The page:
By John Tonin
Founded in 1986 by the Sisters of St. Joseph’s of Hamilton, The St. Joseph’s Health System International Outreach Program (IOP) will celebrate its 30th anniversary this year. It first formed through a small partnership with the government of Dominica and gradually expanded to start projects in Haiti in 1992, and Uganda in 1995.
Initially, the program sent Canadian doctors and nurses overseas to train local doctors and nurses. The program also donated equipment and supplies to countries where there were shortages. Today, the IOP also brings foreign medical professionals to Hamilton to train them in the latest in Canadian medicine so they can go home and share their new skills.
In 2010 the International Outreach Program received charitable status from the Canadian Revenue Agency. While there are other medical outreach programs in Canada, the IOP is unique.
By John Tonin, Mohawk College School of Journalism
The St. Joseph’s Health System International Outreach Program (IOP) is unlike any other program in North America. The IOP brings doctors from foreign countries to Hamilton to train them in the latest Canadian medicine. What differentiates the IOP is that it allows the visiting doctors to diagnose illnesses, prescribe medicine and operate on patients, compared to other programs that only allow the doctors to observe.
Ignite News had the chance to meet the IOP’s director of development Alan Sharpe to discuss what the IOP would like to accomplish.
Ignite News: What is the history of the International Outreach Program?
Alan Sharpe: The IOP has been around for 30 years. We were founded by the Sisters of St. Joseph’s and it was a program that sent doctors and nurses overseas to train doctors and nurses. The program also donated equipment and supplies to countries that had a shortage of doctors and medical capacities.
Five years ago we became a registered non-profit and we train doctors who train doctors in Haiti, Guyana, and Uganda.
John Tonin and his fellow students produced a 30-minute documentary on the International Outreach Program of St. Joseph’s Health System in 2015. John was a third-year student in Mohawk College’s Journalism Program.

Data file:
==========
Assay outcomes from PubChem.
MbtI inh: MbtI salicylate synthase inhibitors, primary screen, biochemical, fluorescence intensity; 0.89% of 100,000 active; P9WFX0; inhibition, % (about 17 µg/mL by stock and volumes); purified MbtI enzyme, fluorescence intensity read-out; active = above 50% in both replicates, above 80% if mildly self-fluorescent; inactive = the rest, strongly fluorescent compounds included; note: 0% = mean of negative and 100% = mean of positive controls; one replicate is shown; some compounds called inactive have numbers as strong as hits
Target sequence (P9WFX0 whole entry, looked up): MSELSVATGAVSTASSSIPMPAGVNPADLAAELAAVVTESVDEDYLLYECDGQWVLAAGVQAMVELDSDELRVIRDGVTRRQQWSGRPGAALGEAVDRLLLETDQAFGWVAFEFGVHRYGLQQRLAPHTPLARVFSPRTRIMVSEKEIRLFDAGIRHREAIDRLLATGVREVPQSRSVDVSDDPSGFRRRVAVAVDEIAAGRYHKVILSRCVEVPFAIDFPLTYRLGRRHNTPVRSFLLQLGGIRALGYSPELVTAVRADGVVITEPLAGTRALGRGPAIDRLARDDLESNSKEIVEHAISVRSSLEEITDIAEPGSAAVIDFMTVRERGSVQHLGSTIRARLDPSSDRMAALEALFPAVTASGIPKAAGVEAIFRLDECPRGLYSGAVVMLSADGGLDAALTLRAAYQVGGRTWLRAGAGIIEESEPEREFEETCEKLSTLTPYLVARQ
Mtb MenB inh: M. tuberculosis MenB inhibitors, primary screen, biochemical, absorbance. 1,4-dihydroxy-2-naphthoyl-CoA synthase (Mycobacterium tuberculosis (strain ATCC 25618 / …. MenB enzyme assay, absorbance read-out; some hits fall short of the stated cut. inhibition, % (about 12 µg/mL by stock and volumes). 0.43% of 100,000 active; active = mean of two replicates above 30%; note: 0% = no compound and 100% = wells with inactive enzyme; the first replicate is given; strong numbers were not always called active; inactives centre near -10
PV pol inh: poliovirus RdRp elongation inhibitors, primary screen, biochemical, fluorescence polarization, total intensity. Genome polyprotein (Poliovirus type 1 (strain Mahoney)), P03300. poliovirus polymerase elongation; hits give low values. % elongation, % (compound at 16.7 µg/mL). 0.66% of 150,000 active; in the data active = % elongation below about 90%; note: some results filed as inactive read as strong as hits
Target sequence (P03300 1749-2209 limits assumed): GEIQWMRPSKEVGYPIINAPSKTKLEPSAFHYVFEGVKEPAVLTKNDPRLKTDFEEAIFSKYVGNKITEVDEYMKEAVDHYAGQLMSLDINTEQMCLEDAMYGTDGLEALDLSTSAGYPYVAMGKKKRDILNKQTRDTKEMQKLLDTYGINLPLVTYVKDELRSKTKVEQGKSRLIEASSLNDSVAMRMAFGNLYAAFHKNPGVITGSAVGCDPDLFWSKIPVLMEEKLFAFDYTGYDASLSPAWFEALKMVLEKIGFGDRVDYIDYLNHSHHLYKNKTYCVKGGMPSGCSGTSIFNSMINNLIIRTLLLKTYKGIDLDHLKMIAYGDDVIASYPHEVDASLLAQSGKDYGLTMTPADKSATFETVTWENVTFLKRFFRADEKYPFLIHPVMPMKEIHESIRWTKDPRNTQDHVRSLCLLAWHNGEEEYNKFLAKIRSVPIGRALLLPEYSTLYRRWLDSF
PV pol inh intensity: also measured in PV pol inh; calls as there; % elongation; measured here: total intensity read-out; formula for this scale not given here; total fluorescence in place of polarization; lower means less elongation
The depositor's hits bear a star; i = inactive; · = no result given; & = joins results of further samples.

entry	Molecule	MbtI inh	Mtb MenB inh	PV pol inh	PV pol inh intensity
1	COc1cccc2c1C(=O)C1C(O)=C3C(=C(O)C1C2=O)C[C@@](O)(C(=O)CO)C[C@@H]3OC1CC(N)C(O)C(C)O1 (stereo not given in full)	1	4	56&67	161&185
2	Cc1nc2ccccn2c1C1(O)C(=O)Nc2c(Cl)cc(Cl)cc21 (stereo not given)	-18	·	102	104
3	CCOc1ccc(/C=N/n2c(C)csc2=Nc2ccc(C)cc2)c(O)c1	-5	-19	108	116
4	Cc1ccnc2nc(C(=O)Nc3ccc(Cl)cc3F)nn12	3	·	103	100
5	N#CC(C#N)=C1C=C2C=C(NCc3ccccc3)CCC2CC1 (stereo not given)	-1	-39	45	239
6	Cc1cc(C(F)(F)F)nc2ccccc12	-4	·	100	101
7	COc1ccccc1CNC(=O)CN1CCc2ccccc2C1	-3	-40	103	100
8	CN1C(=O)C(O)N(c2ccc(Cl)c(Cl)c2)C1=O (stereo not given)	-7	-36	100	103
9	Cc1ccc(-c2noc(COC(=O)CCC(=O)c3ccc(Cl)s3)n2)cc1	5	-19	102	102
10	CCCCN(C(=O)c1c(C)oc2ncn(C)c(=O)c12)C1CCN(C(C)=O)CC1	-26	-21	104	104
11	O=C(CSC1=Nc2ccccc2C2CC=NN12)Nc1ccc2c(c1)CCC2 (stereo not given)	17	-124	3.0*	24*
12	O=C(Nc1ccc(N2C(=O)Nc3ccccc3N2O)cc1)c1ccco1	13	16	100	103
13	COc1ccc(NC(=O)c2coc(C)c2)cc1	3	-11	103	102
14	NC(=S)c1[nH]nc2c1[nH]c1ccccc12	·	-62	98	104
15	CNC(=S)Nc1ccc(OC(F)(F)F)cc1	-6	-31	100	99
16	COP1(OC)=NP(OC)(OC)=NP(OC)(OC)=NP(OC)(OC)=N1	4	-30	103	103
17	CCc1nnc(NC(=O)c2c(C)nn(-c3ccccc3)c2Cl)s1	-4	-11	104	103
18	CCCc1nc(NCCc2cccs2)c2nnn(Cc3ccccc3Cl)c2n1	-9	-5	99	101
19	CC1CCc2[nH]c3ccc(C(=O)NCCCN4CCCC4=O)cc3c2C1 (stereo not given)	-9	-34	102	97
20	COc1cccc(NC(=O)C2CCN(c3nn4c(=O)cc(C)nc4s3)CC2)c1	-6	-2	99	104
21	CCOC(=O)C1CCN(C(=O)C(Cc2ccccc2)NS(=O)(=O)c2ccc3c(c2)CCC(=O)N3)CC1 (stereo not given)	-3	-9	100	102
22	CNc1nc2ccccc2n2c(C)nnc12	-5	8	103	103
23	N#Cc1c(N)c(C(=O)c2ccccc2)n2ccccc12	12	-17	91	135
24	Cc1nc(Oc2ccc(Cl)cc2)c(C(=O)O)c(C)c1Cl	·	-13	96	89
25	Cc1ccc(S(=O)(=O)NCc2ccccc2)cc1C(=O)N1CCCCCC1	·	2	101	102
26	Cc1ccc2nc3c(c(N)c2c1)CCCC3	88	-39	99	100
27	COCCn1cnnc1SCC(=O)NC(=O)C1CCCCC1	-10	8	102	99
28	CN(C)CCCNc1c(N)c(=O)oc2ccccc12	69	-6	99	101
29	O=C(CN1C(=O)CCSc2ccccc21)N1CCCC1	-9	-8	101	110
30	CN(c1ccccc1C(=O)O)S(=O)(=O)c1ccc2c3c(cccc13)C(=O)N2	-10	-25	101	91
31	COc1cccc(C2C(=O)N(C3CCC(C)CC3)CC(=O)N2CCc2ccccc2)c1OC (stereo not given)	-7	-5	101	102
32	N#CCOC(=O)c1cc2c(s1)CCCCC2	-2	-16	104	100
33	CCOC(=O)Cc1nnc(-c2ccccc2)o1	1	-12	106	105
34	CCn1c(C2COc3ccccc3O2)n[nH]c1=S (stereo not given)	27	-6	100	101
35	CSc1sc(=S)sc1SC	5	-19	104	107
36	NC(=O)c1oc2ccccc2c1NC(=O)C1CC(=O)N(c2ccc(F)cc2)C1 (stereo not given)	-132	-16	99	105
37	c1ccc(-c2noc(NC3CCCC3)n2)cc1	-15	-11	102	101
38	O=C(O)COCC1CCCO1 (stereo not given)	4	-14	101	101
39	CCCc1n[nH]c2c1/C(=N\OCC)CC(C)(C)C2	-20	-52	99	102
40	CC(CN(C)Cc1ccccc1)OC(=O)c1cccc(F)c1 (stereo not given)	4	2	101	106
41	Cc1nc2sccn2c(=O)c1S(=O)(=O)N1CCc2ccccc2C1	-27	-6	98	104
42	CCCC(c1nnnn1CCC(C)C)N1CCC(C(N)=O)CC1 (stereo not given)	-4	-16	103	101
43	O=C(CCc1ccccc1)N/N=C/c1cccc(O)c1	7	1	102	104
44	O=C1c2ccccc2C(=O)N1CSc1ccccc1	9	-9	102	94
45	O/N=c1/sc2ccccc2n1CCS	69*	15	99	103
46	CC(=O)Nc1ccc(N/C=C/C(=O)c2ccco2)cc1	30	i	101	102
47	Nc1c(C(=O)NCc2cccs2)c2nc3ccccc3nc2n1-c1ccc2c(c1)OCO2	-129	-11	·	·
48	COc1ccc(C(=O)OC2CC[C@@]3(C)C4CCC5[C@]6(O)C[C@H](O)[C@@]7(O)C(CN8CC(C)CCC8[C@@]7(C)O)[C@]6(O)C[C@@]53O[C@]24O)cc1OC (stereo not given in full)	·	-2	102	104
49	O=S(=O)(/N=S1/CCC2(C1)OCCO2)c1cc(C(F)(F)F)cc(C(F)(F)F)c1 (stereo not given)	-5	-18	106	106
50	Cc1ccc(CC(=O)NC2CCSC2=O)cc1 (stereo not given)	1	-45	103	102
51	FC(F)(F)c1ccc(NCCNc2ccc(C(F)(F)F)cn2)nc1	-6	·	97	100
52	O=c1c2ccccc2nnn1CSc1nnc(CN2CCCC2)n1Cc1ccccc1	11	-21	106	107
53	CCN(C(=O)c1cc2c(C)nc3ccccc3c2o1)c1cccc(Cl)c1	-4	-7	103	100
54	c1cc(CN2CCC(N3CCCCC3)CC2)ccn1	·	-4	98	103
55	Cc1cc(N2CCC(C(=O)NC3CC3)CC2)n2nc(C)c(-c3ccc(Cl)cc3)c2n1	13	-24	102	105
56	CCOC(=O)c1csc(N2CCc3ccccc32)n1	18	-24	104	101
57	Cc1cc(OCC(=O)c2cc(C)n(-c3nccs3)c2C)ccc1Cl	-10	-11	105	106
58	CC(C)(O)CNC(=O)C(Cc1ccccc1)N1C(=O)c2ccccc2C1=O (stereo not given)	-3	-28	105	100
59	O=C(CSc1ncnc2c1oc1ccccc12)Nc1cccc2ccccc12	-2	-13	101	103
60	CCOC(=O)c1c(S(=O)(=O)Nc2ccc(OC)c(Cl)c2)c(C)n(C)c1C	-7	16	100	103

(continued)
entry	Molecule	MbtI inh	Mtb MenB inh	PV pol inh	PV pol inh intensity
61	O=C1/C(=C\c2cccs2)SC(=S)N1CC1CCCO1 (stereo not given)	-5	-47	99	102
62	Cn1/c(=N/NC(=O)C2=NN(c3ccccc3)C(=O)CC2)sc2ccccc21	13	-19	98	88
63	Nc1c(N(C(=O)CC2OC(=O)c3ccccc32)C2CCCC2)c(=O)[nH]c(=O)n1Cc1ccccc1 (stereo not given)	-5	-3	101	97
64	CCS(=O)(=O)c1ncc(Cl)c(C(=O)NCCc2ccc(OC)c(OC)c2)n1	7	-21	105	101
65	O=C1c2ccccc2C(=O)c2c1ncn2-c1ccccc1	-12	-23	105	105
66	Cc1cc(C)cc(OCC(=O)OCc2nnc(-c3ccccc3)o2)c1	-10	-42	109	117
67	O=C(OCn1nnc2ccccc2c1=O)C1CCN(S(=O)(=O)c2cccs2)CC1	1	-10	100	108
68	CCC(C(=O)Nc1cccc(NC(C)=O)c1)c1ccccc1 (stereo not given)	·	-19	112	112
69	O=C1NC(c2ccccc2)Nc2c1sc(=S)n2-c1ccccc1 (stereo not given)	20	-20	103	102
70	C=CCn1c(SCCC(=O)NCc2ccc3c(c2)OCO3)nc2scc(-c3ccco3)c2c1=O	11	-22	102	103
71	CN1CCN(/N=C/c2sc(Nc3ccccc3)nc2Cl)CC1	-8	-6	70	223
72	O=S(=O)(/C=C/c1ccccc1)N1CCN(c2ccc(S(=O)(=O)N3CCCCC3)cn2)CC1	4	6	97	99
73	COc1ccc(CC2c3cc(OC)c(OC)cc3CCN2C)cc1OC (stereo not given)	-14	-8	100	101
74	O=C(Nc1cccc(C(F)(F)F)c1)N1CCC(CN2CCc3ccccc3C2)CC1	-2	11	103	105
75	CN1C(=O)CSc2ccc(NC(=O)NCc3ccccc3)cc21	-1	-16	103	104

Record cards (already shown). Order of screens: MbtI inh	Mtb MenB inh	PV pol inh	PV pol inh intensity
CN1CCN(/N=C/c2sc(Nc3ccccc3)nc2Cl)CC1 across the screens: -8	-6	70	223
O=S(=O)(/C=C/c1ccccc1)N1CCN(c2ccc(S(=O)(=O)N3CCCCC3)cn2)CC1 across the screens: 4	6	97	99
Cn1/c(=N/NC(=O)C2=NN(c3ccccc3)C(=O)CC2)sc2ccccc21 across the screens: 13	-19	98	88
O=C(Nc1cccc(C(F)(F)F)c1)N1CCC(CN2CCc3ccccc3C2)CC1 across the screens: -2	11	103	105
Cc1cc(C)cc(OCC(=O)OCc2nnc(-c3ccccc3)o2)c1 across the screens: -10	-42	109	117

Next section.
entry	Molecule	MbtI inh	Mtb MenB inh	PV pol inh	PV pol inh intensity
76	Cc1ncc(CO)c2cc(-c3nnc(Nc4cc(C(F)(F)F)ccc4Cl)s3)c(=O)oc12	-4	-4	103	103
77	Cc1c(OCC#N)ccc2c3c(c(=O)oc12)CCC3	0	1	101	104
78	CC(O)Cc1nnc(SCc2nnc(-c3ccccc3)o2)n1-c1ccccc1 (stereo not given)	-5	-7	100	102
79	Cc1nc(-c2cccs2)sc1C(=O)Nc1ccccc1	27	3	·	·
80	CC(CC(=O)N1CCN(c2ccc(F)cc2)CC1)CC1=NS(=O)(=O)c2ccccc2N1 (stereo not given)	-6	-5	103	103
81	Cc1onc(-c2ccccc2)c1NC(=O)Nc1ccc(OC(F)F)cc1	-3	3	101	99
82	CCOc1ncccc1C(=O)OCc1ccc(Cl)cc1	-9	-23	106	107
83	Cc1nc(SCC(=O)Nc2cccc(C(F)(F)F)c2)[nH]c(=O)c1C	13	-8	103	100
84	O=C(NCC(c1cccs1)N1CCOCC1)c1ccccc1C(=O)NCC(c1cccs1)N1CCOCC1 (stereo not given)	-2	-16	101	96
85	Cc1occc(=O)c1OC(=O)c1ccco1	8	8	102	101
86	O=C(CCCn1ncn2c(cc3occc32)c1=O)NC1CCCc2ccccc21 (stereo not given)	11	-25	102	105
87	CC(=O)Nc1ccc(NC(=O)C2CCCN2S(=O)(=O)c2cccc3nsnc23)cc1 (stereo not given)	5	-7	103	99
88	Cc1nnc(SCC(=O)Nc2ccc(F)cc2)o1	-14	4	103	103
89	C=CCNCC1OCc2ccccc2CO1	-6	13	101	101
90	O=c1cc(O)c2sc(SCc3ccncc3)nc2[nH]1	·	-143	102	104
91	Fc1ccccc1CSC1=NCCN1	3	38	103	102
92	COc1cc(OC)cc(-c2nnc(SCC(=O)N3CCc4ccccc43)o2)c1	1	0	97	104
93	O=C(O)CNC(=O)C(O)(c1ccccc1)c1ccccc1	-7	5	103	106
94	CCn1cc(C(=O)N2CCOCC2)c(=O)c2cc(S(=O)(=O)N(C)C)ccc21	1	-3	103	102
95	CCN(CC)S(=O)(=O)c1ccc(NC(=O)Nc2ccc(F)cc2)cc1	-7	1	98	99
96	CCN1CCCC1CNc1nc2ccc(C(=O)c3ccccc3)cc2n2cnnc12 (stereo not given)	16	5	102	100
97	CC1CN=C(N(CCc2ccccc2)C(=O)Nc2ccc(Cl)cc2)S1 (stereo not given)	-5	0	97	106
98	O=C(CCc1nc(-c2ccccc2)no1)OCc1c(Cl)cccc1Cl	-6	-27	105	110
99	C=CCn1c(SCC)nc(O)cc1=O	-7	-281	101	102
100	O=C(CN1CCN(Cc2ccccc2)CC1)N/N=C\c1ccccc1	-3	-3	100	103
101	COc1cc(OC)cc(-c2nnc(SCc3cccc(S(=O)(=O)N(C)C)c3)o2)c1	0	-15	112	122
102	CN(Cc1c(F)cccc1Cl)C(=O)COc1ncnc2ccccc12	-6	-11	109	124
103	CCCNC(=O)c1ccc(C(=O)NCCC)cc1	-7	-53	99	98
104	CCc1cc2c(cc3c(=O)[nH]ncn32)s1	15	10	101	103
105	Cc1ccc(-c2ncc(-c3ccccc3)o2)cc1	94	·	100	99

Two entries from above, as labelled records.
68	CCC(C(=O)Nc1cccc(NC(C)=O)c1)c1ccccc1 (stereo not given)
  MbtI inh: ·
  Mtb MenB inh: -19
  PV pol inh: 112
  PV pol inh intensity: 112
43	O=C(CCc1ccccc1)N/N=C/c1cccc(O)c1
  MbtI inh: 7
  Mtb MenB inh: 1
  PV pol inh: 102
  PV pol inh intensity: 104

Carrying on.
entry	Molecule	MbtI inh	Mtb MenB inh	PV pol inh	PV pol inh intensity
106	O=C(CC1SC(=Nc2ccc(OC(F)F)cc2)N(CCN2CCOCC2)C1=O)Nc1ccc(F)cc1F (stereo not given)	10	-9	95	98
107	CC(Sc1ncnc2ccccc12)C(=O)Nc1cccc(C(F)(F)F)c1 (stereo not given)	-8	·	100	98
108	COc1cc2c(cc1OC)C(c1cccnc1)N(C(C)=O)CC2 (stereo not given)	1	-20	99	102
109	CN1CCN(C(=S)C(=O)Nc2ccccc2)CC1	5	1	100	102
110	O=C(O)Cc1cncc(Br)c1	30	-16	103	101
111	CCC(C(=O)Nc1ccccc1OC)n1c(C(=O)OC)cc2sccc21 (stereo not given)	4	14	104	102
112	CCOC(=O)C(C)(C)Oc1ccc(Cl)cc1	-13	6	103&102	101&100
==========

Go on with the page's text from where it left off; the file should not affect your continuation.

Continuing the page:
Monday, on the eve of the commemoration of the 6th anniversary of the earthquake that struck Haiti, January 12, 2010 at 4:53:10 pm (local time), Ban Ki-moon, Secretary General of the United Nations addressed a message to the Haitian people.
Travelling to a new country has its own rewards. Seeing the sights for the first time. Smelling the unique scent of a place or tasting the food of a new locale all build memories and add a sense of newness to our memory banks.
But coming back to a place, for me anyway, has an element of accomplishment and connectedness that is far more rewarding. Having a sense of place really matters.
For the next two weeks, I have the privilege to work my way across Uganda for the second time in a few years. We have just arrived and already, I have a level of comfort and connectivity with the place and its people that I cherish as much as the work upon which we are about to embark.
I will spend my time with the dozens of physicians that have trained through the International Outreach Program and our unique partnership with McMaster University. It will be an opportunity for me to bear witness first hand to the impact these remarkable people are making on a country that desperately needs them.
And despite the opportunities that await them in other countries, these smart, young physicians are all committed to Uganda. Their participation in our program, through additional training in Canada, doesn’t want to make them flee what is back home. It emboldens them to change it. For their people.
What’s it like to travel seven hours through one of the poorest countries on earth?
It’s exhausting. Physically and emotionally.
Physically in my case yesterday because the road we traveled has to be one of the worst anywhere on the planet. Of the 7-hour trip, the last three are spent on what I can only describe as a bumpy garden path wide enough for two cars (barely) over terrain that has never been graded. There’s no worn-down flat part because this ‘road’ is made out of rocks (small boulders actually) and three times, we had to cross a river without a bridge. When the rains come, the road is impassable. And this is the only access from Port-au-Prince to La Pointe where we are staying. To dull the monotony of the return trip, I’ve convinced my host to let me drive home.
But the real drain is on your emotions. I found myself tired last night. Tired of seeing people live in miserable conditions. Tired of seeing little babies struggling for life due to malnutrition; one of whom surely died through the night. Tired of hearing doctors telling me stories that would make you cry. Tired that the world, despite uncountable efforts, seems so damn incapable of ridding us of this scourge. Of poverty.
And then the guilt sets in. I get to go home. I will eat tonight. I will sleep safely. And then…how dare I let myself get tired from just seeing their poverty. They’re the ones who have to live it.
The guilt is crushing. And it’s a useless emotion because in the end, it’s selfish.
The balance comes from, all of all things, the wisdom of the tacky serenity prayer you see on bumper stickers: know what you can change and what you cannot. Our work cannot rid this land of poverty, nor can it solve the crisis that is public-health here. We can however, help a little hospital work a little better. Patients there will get care that is a bit more timely, a bit more effective, and a bit more clean today than they would have a year ago. There’s a little baby boy that (hopefully) had his first birthday last week because two of our volunteers saved his life minutes after he was born last October.
I held that baby last year. I wish I could see him today. Maybe he’d give me the hope I crave.